• If you are forced to choose just three roles you will play in this list, which would they be? (i) Authorizers, (ii) Motivator, (iii) Convener, (iv) Connector, (v) Problem identifier, (vi) Idea generator, (vii) Encourager (or empowerer), (viii) Resource provider, and (ix) Implementer
  2. Do you agree that many people in your context are available to play their role with you?
    • Think of who you would look to play roles with you?
    • Write names down next to the following roles, so you have a good idea of who you have playing what roles in your multi-agent engagement: (i) Authorizers, (ii) Motivator, (iii) Convener, (iv) Connector, (v) Problem identifier, (vi) Idea generator, (vii) Encourager (or empowerer), (viii) Resource provider, and (ix) Implementer.

For multi-agent leadership to work, you and other leaders need to identify your role and stick to it, letting others play their roles too. Leonard Marcus from NPLI calls this ‘staying in your lane’ (in describing ‘swarm leadership’ which is a great description of how multi-agent leadership works). He notes that a key to successful leadership in the face of crises is to “Stay in your lanes, do your job, and help others to succeed in theirs. [always ask ] How can I make you a success?”

‘Staying in your lane’ proves to be difficult in many crisis situations, however, especially for those leaders playing champion or supervisory roles. In this video (make sure English subtitles are on and ‘listen’ to his comments in referring to disaster response experiences) Norwegian psychiatrist Lars Weisaeth finds that  champions (or supervisors) often interfere with others and take on  too many roles. He comments that [for leaders] “Forcing yourself to restrain from doing things yourself [or playing all the roles] requires a lot of self-control.” This is especially the case when the supervisor feels like she or he is not doing enough, and he or she gives in to “The urge  to act  [and take over all the roles].” Unfortunately this can lead to you ‘spreading  yourself too thin’, ‘overpromising’ and disempowering others to ‘do better, harder things’ themselves.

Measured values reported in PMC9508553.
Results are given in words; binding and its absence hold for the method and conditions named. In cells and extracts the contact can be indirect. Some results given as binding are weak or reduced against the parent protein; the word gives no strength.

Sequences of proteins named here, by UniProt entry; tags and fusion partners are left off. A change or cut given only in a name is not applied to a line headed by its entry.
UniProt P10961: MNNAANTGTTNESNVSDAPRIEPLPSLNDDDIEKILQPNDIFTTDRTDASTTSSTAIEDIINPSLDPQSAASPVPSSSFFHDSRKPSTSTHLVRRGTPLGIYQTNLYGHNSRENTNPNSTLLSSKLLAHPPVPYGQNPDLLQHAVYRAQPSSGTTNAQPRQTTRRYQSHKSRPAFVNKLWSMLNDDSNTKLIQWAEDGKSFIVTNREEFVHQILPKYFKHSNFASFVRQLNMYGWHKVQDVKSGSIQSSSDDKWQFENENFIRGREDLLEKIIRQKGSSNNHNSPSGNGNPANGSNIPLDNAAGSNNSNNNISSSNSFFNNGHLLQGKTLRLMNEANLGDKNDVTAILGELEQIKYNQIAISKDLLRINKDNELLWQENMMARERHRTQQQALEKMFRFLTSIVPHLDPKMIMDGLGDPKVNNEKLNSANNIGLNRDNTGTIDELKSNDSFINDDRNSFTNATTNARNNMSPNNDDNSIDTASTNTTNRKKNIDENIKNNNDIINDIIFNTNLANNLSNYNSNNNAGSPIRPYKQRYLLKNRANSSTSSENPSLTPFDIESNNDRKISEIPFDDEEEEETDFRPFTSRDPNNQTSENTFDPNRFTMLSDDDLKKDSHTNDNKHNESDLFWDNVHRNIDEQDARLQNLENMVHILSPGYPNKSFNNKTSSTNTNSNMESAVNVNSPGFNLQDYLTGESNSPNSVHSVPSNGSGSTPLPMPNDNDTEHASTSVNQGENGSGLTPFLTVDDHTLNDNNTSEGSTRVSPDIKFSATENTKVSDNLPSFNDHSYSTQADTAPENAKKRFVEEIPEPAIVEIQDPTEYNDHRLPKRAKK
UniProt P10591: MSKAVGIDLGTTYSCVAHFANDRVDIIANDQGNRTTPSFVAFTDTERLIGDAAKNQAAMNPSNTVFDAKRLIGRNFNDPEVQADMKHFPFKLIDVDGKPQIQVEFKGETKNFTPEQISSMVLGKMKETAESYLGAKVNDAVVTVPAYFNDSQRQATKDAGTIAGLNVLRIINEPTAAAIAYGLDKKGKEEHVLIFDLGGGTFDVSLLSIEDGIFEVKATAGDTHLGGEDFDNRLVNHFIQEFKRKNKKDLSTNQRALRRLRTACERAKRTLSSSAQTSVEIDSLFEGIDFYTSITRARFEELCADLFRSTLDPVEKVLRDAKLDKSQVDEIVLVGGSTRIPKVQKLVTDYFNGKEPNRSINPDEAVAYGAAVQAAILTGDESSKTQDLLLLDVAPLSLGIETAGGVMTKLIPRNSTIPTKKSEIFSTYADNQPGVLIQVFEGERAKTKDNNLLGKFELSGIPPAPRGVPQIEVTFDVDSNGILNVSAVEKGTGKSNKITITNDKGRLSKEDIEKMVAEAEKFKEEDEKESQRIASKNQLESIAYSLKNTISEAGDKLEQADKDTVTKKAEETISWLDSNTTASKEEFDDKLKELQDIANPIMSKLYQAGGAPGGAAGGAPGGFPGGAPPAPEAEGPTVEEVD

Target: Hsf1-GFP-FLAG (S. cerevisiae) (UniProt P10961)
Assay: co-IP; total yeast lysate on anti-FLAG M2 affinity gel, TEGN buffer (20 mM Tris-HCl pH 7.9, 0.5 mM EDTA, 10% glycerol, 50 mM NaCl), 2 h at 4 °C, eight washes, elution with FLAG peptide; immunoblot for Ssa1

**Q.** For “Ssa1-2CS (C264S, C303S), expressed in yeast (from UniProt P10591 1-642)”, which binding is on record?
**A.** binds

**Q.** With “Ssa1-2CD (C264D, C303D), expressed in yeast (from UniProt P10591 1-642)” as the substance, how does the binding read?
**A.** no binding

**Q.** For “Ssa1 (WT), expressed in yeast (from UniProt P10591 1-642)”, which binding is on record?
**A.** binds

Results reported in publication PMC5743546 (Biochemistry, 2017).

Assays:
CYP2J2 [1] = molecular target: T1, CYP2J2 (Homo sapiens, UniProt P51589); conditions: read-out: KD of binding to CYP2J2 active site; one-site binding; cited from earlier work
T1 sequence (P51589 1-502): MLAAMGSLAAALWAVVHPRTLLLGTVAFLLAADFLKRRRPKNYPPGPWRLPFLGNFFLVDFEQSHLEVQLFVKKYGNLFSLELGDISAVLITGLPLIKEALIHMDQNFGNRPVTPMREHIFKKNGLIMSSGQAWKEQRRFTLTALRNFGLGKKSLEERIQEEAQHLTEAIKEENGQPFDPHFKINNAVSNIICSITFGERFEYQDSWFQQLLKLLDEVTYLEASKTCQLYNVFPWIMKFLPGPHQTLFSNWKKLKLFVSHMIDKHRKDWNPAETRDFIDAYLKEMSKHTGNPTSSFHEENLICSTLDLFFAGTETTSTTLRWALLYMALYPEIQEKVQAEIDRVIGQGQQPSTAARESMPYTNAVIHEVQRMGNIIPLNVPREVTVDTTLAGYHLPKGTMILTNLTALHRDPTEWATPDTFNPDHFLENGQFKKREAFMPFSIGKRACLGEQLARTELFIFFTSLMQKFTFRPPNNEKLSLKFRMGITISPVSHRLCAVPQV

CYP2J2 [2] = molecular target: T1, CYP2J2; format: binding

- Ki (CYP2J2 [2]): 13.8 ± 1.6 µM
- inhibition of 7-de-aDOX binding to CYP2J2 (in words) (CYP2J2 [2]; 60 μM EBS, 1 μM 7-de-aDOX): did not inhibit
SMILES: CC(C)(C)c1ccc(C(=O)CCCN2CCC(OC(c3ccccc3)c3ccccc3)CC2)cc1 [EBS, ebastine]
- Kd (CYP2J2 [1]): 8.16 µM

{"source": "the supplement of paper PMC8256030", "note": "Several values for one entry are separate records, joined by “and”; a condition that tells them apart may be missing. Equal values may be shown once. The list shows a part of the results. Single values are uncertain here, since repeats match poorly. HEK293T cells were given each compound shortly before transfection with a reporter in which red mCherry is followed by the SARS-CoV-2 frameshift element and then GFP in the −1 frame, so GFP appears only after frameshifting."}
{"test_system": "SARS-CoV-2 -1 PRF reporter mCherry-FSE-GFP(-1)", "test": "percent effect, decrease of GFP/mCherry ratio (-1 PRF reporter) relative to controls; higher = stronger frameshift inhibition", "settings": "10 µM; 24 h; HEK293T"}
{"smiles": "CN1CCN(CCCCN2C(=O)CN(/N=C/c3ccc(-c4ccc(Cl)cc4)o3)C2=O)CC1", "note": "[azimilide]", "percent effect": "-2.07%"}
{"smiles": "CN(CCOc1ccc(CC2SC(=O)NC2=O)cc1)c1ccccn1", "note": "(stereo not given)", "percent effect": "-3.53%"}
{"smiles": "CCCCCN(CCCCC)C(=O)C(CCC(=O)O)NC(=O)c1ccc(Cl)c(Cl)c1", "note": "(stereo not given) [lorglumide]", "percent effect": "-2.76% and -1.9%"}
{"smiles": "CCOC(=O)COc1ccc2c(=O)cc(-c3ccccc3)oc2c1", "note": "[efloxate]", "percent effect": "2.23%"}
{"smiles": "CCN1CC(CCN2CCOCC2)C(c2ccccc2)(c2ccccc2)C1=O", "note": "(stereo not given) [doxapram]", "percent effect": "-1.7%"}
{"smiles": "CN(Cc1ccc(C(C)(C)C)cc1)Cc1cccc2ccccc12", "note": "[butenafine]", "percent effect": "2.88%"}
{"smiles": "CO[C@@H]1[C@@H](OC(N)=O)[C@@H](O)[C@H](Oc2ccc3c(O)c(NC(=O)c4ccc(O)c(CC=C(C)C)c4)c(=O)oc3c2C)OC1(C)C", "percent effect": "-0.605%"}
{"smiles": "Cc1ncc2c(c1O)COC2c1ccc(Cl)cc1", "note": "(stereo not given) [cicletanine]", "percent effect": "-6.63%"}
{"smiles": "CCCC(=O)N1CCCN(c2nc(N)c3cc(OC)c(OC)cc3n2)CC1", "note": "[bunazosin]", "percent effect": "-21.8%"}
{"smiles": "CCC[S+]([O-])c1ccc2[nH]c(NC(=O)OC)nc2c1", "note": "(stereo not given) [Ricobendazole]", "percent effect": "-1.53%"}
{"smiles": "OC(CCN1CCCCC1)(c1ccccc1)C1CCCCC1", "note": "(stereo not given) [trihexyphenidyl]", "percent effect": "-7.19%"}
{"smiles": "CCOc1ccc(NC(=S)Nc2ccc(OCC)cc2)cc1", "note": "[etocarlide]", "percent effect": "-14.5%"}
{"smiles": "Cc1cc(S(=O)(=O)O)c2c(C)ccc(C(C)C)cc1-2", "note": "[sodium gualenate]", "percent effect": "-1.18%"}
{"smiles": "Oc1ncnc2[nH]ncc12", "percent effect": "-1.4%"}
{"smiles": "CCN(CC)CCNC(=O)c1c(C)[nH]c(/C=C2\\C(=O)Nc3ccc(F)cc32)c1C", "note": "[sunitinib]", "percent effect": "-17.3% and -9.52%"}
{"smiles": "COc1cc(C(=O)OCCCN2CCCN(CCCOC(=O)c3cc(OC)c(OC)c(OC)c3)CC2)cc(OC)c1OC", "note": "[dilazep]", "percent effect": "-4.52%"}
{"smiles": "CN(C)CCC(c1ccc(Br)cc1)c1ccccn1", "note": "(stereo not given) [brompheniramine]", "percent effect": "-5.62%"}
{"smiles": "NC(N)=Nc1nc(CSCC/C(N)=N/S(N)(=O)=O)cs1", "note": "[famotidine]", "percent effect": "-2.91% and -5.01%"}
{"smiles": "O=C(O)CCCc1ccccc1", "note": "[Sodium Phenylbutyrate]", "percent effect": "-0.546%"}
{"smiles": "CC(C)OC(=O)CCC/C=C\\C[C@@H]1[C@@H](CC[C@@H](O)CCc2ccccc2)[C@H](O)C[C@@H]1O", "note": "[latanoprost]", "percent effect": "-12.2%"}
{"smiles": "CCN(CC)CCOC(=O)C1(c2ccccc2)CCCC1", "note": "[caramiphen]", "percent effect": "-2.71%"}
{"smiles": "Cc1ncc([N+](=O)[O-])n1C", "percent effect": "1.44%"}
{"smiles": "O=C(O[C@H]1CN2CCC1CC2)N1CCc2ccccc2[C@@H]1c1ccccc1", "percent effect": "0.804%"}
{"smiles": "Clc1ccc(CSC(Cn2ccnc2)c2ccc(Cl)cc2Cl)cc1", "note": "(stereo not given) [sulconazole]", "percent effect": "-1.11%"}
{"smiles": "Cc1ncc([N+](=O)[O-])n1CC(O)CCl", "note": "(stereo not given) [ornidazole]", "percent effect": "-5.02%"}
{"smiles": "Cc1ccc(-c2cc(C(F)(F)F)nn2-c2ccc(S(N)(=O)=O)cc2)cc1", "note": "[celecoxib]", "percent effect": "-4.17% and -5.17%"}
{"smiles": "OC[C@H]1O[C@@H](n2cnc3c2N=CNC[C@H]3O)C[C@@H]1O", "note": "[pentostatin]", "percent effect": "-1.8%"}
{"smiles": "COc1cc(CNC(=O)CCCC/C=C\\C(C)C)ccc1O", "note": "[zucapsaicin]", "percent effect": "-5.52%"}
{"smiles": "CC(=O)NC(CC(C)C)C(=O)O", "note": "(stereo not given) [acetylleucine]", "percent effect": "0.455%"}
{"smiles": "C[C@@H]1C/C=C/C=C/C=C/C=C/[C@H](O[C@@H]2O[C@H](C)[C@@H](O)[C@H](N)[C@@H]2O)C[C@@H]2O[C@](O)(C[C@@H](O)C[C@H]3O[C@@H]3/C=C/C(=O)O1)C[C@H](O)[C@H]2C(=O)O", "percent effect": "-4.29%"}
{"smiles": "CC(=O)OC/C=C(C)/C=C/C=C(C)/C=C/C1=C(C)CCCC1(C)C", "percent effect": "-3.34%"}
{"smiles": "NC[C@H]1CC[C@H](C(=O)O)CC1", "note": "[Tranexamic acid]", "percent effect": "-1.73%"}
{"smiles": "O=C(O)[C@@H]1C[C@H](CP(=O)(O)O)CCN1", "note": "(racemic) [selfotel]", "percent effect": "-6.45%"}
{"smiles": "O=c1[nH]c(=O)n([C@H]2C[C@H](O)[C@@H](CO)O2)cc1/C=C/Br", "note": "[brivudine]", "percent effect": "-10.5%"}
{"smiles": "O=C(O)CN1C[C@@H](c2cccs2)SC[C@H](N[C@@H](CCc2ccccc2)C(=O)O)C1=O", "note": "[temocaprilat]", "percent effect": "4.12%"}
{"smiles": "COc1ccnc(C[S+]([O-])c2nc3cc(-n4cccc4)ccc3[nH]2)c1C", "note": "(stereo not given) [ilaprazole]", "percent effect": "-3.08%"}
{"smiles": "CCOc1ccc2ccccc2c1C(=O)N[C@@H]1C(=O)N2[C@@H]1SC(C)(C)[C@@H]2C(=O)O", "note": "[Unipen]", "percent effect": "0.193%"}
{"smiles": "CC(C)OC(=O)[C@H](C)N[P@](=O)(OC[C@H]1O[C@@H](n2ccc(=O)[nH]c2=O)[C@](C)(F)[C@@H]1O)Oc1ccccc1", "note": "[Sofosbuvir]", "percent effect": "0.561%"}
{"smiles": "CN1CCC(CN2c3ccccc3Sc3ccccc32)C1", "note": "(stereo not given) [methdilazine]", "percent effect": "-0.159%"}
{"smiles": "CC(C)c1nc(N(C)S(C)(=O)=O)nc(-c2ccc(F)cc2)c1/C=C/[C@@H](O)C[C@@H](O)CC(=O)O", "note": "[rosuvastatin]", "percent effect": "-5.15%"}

Be careful not to fall into this trap, by staying in your lane. To help you reflect on this, consider the following  questions:

  1. What will cause you to want to ‘leave your lane’ and take others’ roles from them?
  2. What disciplines can you adopt to ensure you have enough self-control to stay in your lane?

For some inspiration, watch this video by Gregory Ciottone, on crisis leadership in response to the 9/11 terrorist attack on the United States. It is nearly twenty minutes long, but very much worth watching—especially if you are currently feeling overwhelmed by crisis. At moment 2:02, Ciottone says he was asking “what will my role be here”. One of our key questions in  this blog. He then refers to being  ‘a little piece in a big machine’ (around 8:04) which you can only say if you realize that others are working alongside you (playing other roles).

If you are interested in reading more, click here for part 7of this blog series. Also visit the landing page for this series on our website

 

Public Leadership Through Crisis 5: Good communication ideas you might consider

written by Matt Andrews

The Public Leadership Through Crisis blog series offers ideas for leaders questioning how they can help and what kind of leadership is required in the face of a crisis (like the COVID-19 pandemic).

In my last blog I noted that communication is a key leadership act in crisis. (and you must commit to communicate —to help people deal with fear and accept change).

It is good to remember that every crisis poses different communication challenges, so I don’t think there are one-best-way solutions to doing communication right in the face of crisis. But I do think there are some good communication ideas you might consider whenever you are engaging with others during this difficult time.

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How do you communicate to your people when the wind and waves are high?

Let me offer some ideas that I personally think can be useful. Before doing so, however, let me encourage you to open yourself to learning about communications in crisis. There are a number of articles out there offering advice on communicating in crisis, like this one and this one and this one. I advise you to read as many articles as possible and weigh up all the different points of view  out there, to see where the ‘good ideas’ are (those that seem to be offered by multiple authors, with examples, and that you think you could act on in your context). Additionally, and particularly regarding the COVID-19 crisis, you may want to  reference the excellent resource on communicating during health crises (by the United States Substance Abuse and Mental Health Services Administration).